Alongside the major infrastructure projects now under development in Portugal, opportunities inevitably surround peripheral projects, say Luis Filipe Carvalho and Raquel Sampaio at ABBC in Lisbon.
Lisbon’s future airport in Alcochete will generate an intense work cycle until 2017, as will the five new proposed high-speed rail routes – with concessions for the Lisbon-Poceirão section that will ultimately connect to Madrid now under public tender – and the necessary third Tagus River crossing. ‘The secondary opportunities presented by such developments are wide-ranging, with reciprocal road and rail connections. But besides this, they will create a modern and efficient transport system reducing the cost of national and international journeys and help to reduce Portugal’s European isolation,’ Carvalho says.
In order to guarantee the scheduling and execution of such projects, and to ensure their viability, the government has however implemented preventive measures to avoid major alterations to the defined routes of the railway and Tagus crossing, or airport location.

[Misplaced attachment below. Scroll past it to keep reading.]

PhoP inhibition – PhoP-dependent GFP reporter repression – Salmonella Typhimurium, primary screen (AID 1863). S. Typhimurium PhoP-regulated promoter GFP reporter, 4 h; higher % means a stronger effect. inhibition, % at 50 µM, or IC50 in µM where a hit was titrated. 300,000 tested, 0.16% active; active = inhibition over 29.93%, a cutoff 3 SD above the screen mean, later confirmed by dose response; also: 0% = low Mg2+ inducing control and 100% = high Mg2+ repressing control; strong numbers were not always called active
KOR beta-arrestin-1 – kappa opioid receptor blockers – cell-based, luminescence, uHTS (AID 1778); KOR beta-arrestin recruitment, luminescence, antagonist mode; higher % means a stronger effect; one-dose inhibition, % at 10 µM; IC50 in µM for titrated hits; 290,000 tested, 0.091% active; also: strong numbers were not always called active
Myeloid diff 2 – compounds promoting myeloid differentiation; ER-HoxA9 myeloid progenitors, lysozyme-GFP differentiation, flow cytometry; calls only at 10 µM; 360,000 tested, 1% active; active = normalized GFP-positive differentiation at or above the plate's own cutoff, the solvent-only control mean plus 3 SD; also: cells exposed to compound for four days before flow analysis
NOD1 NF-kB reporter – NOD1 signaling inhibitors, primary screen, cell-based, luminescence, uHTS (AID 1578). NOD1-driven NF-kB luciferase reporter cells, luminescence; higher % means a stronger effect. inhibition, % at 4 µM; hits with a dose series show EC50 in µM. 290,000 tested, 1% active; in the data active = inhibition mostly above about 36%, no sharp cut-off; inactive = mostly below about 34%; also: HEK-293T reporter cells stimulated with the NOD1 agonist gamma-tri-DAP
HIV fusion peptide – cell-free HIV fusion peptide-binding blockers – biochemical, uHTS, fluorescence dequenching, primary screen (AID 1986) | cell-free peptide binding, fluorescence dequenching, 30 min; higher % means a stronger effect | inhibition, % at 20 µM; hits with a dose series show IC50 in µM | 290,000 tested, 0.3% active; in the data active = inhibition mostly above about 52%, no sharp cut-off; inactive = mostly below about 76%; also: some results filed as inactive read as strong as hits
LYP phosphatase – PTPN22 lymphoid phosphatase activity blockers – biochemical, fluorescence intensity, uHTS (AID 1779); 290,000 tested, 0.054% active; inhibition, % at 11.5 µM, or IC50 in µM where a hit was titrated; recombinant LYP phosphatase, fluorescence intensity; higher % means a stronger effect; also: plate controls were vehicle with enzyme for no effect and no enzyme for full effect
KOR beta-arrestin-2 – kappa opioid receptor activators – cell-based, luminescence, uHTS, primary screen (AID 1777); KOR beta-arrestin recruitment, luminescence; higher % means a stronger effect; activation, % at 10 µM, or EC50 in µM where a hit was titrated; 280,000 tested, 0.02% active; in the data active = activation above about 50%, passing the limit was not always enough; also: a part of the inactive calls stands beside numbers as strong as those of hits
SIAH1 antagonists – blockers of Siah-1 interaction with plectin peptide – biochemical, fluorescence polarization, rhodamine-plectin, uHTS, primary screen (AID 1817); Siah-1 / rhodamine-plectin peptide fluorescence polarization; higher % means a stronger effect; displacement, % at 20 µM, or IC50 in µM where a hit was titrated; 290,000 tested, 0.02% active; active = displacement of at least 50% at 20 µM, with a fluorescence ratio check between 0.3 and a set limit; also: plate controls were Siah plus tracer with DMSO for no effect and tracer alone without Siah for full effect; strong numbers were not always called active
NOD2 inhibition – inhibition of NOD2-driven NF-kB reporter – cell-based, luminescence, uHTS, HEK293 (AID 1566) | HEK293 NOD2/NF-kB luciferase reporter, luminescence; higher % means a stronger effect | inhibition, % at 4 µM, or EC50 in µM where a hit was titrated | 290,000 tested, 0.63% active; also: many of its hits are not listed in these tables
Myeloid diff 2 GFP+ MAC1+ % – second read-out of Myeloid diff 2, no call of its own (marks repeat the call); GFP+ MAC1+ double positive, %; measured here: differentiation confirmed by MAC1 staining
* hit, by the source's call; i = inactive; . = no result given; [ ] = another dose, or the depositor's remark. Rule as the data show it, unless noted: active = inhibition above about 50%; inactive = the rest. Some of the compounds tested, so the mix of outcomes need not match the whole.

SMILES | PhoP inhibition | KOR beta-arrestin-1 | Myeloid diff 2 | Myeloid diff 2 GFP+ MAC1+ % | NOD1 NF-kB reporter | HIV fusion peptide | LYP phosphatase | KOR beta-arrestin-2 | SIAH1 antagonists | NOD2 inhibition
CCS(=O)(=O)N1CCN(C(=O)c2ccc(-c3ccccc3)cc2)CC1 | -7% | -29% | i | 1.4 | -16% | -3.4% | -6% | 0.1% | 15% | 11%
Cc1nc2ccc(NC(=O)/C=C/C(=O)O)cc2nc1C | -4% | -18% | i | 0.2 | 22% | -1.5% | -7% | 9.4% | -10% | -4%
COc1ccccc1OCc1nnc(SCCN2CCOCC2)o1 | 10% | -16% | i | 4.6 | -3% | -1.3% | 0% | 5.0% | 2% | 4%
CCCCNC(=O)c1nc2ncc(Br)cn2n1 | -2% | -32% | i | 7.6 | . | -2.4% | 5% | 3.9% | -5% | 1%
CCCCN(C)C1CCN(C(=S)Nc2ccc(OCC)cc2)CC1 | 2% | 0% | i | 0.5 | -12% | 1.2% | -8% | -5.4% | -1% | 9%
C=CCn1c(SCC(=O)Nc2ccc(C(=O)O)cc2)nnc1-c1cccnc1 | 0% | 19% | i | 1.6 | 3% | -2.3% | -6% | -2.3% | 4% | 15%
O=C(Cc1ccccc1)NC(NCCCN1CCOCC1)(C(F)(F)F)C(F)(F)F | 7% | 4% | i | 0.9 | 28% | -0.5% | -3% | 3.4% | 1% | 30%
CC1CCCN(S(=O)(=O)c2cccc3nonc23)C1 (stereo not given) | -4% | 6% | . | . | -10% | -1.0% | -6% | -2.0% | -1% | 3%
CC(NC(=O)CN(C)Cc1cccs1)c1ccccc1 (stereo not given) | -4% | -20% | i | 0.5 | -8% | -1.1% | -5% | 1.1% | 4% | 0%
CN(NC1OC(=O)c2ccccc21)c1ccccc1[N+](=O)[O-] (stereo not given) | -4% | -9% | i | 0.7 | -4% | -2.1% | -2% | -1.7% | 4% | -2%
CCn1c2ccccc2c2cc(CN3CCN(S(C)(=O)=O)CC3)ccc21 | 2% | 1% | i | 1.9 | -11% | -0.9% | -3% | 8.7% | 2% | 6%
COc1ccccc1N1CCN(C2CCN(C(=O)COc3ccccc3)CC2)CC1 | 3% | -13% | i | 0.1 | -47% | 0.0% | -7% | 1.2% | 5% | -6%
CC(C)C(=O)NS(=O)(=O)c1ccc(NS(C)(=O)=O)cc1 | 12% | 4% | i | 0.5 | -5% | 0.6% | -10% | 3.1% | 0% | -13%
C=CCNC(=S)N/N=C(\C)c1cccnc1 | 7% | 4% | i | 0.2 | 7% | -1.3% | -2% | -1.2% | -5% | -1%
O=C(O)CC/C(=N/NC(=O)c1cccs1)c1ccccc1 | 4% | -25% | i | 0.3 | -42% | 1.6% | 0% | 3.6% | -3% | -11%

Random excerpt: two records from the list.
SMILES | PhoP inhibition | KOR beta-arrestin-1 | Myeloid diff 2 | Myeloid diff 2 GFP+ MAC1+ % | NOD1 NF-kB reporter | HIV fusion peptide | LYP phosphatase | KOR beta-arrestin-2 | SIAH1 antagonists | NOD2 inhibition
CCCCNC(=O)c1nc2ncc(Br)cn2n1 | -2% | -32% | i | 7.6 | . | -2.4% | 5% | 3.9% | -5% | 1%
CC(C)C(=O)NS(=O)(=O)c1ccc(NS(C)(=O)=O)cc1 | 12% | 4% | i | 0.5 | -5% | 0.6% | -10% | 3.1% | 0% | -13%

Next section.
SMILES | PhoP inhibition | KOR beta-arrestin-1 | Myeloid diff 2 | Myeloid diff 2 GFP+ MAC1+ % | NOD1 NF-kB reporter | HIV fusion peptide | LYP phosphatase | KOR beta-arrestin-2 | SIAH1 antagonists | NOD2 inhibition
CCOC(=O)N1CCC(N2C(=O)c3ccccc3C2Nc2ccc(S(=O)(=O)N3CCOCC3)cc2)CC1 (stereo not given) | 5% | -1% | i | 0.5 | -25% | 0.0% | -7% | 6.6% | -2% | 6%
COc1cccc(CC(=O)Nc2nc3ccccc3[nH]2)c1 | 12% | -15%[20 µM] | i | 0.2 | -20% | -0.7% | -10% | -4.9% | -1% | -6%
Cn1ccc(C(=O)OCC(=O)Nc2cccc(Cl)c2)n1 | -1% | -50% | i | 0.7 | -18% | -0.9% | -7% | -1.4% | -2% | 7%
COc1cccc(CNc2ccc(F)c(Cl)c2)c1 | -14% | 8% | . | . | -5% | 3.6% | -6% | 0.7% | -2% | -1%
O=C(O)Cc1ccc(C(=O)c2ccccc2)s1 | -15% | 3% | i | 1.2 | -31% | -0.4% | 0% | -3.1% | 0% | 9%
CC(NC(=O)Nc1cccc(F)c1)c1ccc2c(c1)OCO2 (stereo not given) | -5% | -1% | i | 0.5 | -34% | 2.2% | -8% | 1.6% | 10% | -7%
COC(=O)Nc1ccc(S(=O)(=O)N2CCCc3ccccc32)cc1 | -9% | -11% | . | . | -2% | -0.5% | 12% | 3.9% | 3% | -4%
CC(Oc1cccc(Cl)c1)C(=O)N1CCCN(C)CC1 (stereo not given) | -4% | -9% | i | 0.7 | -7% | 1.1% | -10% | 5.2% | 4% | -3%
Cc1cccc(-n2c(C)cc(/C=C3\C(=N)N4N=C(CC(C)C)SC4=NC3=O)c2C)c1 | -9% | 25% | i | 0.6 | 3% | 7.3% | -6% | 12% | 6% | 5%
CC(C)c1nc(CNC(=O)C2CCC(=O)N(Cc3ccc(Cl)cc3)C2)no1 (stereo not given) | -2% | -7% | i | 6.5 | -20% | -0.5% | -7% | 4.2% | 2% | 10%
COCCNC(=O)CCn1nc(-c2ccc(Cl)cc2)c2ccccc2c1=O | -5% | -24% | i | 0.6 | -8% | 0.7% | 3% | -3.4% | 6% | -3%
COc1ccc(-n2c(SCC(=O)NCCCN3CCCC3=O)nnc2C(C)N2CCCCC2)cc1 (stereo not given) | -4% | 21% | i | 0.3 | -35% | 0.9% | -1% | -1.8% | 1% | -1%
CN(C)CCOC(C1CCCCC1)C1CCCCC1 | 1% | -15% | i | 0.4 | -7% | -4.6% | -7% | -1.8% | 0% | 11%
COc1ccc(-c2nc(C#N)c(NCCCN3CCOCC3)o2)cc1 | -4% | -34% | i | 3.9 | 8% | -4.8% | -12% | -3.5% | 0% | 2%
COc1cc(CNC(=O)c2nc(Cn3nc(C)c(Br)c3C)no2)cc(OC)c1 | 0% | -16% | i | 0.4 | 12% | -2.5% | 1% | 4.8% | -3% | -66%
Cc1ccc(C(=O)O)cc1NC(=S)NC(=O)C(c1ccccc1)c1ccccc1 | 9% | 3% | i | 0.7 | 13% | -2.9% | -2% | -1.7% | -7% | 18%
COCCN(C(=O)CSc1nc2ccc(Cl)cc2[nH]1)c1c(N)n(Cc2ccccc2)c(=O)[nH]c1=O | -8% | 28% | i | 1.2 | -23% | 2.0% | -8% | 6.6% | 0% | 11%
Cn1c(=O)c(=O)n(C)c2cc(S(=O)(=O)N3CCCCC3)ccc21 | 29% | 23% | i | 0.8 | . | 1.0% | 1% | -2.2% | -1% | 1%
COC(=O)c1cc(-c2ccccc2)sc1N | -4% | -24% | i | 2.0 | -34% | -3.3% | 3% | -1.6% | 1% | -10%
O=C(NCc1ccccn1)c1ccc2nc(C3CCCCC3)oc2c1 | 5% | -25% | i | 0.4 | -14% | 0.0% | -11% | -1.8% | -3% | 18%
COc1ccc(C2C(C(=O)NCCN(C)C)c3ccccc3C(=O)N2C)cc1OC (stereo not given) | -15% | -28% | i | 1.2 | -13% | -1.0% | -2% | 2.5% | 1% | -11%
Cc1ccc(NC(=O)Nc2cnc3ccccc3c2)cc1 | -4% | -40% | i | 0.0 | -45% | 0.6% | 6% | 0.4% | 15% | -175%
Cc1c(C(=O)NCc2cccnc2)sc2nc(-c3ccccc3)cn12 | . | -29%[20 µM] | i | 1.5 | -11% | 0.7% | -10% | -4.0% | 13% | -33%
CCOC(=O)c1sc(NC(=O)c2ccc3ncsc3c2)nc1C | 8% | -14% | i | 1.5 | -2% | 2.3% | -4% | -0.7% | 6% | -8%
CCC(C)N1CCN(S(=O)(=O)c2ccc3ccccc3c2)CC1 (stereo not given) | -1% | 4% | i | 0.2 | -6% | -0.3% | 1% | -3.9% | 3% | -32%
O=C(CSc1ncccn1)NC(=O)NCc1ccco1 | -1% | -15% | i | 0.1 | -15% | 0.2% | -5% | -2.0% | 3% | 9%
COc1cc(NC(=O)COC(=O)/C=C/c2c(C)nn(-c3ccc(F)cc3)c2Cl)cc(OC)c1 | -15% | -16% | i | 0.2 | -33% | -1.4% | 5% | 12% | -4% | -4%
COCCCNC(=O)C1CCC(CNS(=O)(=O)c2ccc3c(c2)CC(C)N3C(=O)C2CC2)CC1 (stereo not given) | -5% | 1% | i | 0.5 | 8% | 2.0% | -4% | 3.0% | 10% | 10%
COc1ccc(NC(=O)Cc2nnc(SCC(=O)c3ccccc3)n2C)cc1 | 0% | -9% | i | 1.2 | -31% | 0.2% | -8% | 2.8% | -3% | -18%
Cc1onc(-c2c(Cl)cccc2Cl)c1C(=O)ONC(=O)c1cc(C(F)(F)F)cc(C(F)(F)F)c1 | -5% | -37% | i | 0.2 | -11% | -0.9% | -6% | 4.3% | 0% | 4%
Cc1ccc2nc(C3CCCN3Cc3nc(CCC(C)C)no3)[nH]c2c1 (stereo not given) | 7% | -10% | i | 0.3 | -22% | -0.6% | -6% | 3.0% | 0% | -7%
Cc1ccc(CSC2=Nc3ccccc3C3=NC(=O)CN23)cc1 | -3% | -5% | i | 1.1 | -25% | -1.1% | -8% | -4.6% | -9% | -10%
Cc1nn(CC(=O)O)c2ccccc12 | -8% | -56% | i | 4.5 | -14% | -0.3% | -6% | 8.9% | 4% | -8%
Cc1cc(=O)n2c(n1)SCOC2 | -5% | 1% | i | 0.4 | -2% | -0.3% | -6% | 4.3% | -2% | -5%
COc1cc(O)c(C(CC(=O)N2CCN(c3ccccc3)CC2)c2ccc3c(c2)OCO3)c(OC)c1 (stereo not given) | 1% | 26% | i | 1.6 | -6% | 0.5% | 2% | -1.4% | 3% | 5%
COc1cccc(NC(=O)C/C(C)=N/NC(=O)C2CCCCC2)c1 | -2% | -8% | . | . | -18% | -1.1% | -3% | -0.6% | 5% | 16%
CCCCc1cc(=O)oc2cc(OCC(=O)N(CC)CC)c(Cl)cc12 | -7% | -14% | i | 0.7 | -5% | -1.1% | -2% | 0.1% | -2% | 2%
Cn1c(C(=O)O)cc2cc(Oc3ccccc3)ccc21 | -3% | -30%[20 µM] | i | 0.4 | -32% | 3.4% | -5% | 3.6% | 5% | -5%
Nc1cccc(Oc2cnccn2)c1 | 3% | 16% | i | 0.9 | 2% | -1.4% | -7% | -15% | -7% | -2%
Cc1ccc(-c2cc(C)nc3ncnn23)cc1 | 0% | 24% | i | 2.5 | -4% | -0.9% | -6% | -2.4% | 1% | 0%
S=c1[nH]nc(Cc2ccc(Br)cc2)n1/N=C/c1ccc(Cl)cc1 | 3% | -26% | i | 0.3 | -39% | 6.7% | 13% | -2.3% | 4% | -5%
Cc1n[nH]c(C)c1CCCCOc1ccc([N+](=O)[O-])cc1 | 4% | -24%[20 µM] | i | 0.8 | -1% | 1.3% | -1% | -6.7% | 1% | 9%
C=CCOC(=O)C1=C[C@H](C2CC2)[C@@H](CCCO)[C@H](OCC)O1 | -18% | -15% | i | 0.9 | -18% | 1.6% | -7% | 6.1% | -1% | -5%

‘New city groups as well as the construction of new buildings or zoning alterations are strictly forbidden except for prior authorisation by the Rail Infrastructure Authority (REFER), while local authorities cannot grant zoning licenses or authorisations within these geographical scopes,’ says Raquel Sampaio. Redevelopment opportunities may be presented by the existing airport site but Carvalho notes, however, that plans have already been under debate for a decade, and despite the residential potential nothing has yet been decided.
‘The closing of the old airport is an operation that may last four or five years and be very costly to the Portuguese State, with the possibility of its conversion into a military or secondary airport now being considered.’
Nonetheless the scale of such projects will inevitably have a major impact on the local, regional and national Portuguese economies. ‘Over a 30 year period, it is expected that combined these investments will create over 50,000 permanent jobs, increase private investment and GDP growth, and increase tax income for the Portuguese State,’ says Carvalho.